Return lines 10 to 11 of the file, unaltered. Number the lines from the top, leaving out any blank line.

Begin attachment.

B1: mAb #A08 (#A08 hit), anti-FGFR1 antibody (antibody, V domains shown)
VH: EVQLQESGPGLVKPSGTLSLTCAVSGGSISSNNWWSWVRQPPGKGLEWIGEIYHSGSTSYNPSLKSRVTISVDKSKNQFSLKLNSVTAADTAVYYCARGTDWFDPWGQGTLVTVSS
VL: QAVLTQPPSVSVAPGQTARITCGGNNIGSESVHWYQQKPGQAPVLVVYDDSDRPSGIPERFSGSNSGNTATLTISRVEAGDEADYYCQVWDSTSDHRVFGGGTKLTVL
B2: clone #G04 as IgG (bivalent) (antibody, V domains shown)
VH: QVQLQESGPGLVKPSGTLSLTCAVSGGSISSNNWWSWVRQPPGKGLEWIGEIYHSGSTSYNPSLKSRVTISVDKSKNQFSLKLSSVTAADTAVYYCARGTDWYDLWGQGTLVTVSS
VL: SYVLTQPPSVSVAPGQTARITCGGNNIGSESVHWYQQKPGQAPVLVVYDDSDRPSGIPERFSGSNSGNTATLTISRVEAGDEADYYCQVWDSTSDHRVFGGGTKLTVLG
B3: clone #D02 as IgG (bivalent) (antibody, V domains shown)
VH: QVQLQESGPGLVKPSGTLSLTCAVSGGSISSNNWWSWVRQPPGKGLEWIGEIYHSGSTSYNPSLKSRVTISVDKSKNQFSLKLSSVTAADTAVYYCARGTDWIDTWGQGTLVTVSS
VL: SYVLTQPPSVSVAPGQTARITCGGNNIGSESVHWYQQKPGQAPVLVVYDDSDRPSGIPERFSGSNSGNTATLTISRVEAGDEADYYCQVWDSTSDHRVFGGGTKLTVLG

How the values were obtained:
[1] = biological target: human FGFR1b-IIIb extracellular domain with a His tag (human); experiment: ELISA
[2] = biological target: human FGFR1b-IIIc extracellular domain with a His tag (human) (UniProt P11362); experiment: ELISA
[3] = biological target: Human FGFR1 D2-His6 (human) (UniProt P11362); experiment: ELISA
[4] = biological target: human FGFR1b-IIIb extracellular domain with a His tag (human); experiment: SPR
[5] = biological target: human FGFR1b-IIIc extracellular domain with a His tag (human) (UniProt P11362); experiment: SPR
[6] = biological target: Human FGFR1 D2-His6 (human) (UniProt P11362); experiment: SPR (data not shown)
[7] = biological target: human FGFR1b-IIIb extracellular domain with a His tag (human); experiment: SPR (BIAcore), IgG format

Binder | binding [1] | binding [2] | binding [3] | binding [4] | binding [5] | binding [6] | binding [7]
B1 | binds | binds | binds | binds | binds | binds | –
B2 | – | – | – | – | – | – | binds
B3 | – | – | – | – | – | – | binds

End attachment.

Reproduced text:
How the values were obtained:
[1] = biological target: human FGFR1b-IIIb extracellular domain with a His tag (human); experiment: ELISA